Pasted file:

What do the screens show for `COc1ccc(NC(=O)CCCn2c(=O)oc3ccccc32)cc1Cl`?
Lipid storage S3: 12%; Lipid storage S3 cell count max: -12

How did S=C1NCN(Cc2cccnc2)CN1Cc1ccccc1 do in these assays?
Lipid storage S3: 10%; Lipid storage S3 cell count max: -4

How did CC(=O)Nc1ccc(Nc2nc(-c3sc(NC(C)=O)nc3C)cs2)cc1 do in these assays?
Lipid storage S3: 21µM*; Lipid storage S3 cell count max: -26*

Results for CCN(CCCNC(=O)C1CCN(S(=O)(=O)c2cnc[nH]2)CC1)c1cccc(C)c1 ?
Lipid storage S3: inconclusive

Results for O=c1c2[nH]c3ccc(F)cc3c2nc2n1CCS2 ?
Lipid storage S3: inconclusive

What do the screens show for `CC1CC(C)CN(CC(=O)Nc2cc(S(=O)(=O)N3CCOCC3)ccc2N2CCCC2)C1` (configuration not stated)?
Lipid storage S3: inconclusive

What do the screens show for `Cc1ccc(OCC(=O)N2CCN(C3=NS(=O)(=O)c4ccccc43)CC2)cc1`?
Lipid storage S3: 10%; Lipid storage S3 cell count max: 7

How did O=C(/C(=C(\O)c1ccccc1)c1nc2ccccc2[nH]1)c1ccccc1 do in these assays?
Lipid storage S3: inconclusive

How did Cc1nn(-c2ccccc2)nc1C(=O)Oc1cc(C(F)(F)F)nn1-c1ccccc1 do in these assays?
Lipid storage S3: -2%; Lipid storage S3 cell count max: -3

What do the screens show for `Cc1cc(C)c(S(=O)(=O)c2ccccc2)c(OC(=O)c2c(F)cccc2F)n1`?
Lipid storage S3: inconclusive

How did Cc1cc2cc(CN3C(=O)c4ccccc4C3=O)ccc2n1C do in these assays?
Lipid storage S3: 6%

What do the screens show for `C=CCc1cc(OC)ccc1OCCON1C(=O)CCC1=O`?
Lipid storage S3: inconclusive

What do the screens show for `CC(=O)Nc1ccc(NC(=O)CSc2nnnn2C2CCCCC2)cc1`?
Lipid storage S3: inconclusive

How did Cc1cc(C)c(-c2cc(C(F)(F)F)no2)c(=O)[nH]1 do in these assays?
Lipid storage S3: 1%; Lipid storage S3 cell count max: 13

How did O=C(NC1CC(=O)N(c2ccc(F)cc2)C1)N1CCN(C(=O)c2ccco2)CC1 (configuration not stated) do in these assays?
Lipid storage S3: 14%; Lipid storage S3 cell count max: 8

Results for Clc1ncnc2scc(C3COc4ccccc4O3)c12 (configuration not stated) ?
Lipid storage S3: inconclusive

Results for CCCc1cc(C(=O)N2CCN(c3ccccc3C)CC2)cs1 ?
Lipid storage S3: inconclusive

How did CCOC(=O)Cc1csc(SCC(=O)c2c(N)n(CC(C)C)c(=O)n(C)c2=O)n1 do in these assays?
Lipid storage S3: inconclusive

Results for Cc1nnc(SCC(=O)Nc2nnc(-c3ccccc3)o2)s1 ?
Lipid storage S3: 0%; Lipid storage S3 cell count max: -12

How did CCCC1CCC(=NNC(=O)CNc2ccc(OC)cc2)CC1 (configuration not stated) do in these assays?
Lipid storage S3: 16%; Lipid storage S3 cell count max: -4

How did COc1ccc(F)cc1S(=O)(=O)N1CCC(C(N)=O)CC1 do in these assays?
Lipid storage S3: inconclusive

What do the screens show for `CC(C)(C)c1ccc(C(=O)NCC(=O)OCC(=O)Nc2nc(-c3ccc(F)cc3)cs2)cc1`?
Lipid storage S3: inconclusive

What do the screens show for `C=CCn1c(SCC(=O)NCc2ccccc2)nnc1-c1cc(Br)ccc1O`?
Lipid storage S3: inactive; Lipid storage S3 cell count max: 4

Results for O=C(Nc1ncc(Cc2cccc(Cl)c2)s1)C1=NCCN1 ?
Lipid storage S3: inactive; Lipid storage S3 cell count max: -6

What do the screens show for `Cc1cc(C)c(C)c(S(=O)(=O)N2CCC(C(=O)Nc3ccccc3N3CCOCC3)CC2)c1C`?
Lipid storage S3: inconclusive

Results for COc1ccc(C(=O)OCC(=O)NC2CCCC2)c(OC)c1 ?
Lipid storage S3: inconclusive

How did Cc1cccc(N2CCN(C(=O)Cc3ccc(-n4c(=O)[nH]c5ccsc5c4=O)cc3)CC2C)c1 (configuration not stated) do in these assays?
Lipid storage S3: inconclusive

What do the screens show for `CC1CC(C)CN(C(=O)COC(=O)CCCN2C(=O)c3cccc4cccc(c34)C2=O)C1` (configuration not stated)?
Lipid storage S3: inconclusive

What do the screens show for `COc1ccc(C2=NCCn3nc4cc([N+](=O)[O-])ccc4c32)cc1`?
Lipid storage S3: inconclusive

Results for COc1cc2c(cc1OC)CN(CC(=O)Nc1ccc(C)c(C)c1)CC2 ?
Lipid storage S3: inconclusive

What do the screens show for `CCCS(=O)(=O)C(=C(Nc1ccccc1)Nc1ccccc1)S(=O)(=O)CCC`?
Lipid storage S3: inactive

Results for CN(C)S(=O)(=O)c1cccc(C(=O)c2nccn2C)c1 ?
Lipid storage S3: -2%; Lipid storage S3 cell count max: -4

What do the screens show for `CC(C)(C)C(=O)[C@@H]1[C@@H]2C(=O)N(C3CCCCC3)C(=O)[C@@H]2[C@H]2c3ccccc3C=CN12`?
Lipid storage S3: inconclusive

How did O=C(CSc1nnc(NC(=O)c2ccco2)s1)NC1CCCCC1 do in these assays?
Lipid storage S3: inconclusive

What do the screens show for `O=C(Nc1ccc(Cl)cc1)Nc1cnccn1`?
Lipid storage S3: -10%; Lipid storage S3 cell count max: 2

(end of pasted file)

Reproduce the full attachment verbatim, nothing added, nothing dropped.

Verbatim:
What do the screens show for `COc1ccc(NC(=O)CCCn2c(=O)oc3ccccc32)cc1Cl`?
Lipid storage S3: 12%; Lipid storage S3 cell count max: -12

How did S=C1NCN(Cc2cccnc2)CN1Cc1ccccc1 do in these assays?
Lipid storage S3: 10%; Lipid storage S3 cell count max: -4

How did CC(=O)Nc1ccc(Nc2nc(-c3sc(NC(C)=O)nc3C)cs2)cc1 do in these assays?
Lipid storage S3: 21µM*; Lipid storage S3 cell count max: -26*

Results for CCN(CCCNC(=O)C1CCN(S(=O)(=O)c2cnc[nH]2)CC1)c1cccc(C)c1 ?
Lipid storage S3: inconclusive

Results for O=c1c2[nH]c3ccc(F)cc3c2nc2n1CCS2 ?
Lipid storage S3: inconclusive

What do the screens show for `CC1CC(C)CN(CC(=O)Nc2cc(S(=O)(=O)N3CCOCC3)ccc2N2CCCC2)C1` (configuration not stated)?
Lipid storage S3: inconclusive

What do the screens show for `Cc1ccc(OCC(=O)N2CCN(C3=NS(=O)(=O)c4ccccc43)CC2)cc1`?
Lipid storage S3: 10%; Lipid storage S3 cell count max: 7

How did O=C(/C(=C(\O)c1ccccc1)c1nc2ccccc2[nH]1)c1ccccc1 do in these assays?
Lipid storage S3: inconclusive

How did Cc1nn(-c2ccccc2)nc1C(=O)Oc1cc(C(F)(F)F)nn1-c1ccccc1 do in these assays?
Lipid storage S3: -2%; Lipid storage S3 cell count max: -3

What do the screens show for `Cc1cc(C)c(S(=O)(=O)c2ccccc2)c(OC(=O)c2c(F)cccc2F)n1`?
Lipid storage S3: inconclusive

How did Cc1cc2cc(CN3C(=O)c4ccccc4C3=O)ccc2n1C do in these assays?
Lipid storage S3: 6%

What do the screens show for `C=CCc1cc(OC)ccc1OCCON1C(=O)CCC1=O`?
Lipid storage S3: inconclusive

What do the screens show for `CC(=O)Nc1ccc(NC(=O)CSc2nnnn2C2CCCCC2)cc1`?
Lipid storage S3: inconclusive

How did Cc1cc(C)c(-c2cc(C(F)(F)F)no2)c(=O)[nH]1 do in these assays?
Lipid storage S3: 1%; Lipid storage S3 cell count max: 13

How did O=C(NC1CC(=O)N(c2ccc(F)cc2)C1)N1CCN(C(=O)c2ccco2)CC1 (configuration not stated) do in these assays?
Lipid storage S3: 14%; Lipid storage S3 cell count max: 8

Results for Clc1ncnc2scc(C3COc4ccccc4O3)c12 (configuration not stated) ?
Lipid storage S3: inconclusive

Results for CCCc1cc(C(=O)N2CCN(c3ccccc3C)CC2)cs1 ?
Lipid storage S3: inconclusive

How did CCOC(=O)Cc1csc(SCC(=O)c2c(N)n(CC(C)C)c(=O)n(C)c2=O)n1 do in these assays?
Lipid storage S3: inconclusive

Results for Cc1nnc(SCC(=O)Nc2nnc(-c3ccccc3)o2)s1 ?
Lipid storage S3: 0%; Lipid storage S3 cell count max: -12

How did CCCC1CCC(=NNC(=O)CNc2ccc(OC)cc2)CC1 (configuration not stated) do in these assays?
Lipid storage S3: 16%; Lipid storage S3 cell count max: -4

How did COc1ccc(F)cc1S(=O)(=O)N1CCC(C(N)=O)CC1 do in these assays?
Lipid storage S3: inconclusive

What do the screens show for `CC(C)(C)c1ccc(C(=O)NCC(=O)OCC(=O)Nc2nc(-c3ccc(F)cc3)cs2)cc1`?
Lipid storage S3: inconclusive

What do the screens show for `C=CCn1c(SCC(=O)NCc2ccccc2)nnc1-c1cc(Br)ccc1O`?
Lipid storage S3: inactive; Lipid storage S3 cell count max: 4

Results for O=C(Nc1ncc(Cc2cccc(Cl)c2)s1)C1=NCCN1 ?
Lipid storage S3: inactive; Lipid storage S3 cell count max: -6

What do the screens show for `Cc1cc(C)c(C)c(S(=O)(=O)N2CCC(C(=O)Nc3ccccc3N3CCOCC3)CC2)c1C`?
Lipid storage S3: inconclusive

Results for COc1ccc(C(=O)OCC(=O)NC2CCCC2)c(OC)c1 ?
Lipid storage S3: inconclusive

How did Cc1cccc(N2CCN(C(=O)Cc3ccc(-n4c(=O)[nH]c5ccsc5c4=O)cc3)CC2C)c1 (configuration not stated) do in these assays?
Lipid storage S3: inconclusive

What do the screens show for `CC1CC(C)CN(C(=O)COC(=O)CCCN2C(=O)c3cccc4cccc(c34)C2=O)C1` (configuration not stated)?
Lipid storage S3: inconclusive

What do the screens show for `COc1ccc(C2=NCCn3nc4cc([N+](=O)[O-])ccc4c32)cc1`?
Lipid storage S3: inconclusive

Results for COc1cc2c(cc1OC)CN(CC(=O)Nc1ccc(C)c(C)c1)CC2 ?
Lipid storage S3: inconclusive

What do the screens show for `CCCS(=O)(=O)C(=C(Nc1ccccc1)Nc1ccccc1)S(=O)(=O)CCC`?
Lipid storage S3: inactive

Results for CN(C)S(=O)(=O)c1cccc(C(=O)c2nccn2C)c1 ?
Lipid storage S3: -2%; Lipid storage S3 cell count max: -4

What do the screens show for `CC(C)(C)C(=O)[C@@H]1[C@@H]2C(=O)N(C3CCCCC3)C(=O)[C@@H]2[C@H]2c3ccccc3C=CN12`?
Lipid storage S3: inconclusive

How did O=C(CSc1nnc(NC(=O)c2ccco2)s1)NC1CCCCC1 do in these assays?
Lipid storage S3: inconclusive

What do the screens show for `O=C(Nc1ccc(Cl)cc1)Nc1cnccn1`?
Lipid storage S3: -10%; Lipid storage S3 cell count max: 2